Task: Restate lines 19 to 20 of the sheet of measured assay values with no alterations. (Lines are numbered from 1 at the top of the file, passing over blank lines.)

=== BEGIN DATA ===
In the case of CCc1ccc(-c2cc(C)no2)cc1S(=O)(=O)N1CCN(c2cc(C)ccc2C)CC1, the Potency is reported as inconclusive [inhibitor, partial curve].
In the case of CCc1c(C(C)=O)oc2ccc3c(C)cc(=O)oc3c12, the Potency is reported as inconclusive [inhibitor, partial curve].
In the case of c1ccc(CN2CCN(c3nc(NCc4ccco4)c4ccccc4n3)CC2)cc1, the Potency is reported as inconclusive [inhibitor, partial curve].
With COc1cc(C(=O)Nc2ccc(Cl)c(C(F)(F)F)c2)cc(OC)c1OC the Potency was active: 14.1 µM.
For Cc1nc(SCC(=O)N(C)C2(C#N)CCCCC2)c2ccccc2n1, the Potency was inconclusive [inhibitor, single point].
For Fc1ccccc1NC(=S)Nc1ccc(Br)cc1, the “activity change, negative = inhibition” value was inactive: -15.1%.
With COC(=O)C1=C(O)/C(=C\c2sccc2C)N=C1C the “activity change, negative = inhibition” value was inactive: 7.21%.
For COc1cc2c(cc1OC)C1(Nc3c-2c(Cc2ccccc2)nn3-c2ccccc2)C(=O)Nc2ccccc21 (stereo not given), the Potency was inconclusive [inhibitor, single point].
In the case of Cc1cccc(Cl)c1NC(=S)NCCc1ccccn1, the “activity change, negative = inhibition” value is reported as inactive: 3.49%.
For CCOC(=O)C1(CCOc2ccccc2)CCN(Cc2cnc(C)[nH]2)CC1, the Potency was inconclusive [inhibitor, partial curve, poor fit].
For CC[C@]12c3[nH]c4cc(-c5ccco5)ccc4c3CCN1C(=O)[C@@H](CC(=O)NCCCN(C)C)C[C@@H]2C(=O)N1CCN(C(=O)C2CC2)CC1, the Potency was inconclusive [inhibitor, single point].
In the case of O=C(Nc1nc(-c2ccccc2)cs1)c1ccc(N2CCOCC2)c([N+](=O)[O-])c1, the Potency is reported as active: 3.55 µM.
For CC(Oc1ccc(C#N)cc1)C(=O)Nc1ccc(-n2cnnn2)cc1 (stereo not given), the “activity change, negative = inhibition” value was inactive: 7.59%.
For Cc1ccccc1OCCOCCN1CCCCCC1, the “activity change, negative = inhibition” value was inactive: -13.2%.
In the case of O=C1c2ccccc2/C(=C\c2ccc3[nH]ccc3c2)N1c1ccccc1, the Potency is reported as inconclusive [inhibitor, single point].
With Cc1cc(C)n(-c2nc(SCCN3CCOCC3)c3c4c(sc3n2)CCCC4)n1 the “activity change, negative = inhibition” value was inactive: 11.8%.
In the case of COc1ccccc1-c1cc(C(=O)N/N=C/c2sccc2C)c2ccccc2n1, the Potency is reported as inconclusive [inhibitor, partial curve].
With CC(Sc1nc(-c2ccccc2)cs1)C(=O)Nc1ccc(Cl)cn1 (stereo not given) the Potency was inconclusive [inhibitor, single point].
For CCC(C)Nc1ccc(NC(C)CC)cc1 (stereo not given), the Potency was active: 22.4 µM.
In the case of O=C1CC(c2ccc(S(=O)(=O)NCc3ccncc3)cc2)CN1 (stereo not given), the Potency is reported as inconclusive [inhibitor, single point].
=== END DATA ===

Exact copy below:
For CCC(C)Nc1ccc(NC(C)CC)cc1 (stereo not given), the Potency was active: 22.4 µM.
In the case of O=C1CC(c2ccc(S(=O)(=O)NCc3ccncc3)cc2)CN1 (stereo not given), the Potency is reported as inconclusive [inhibitor, single point].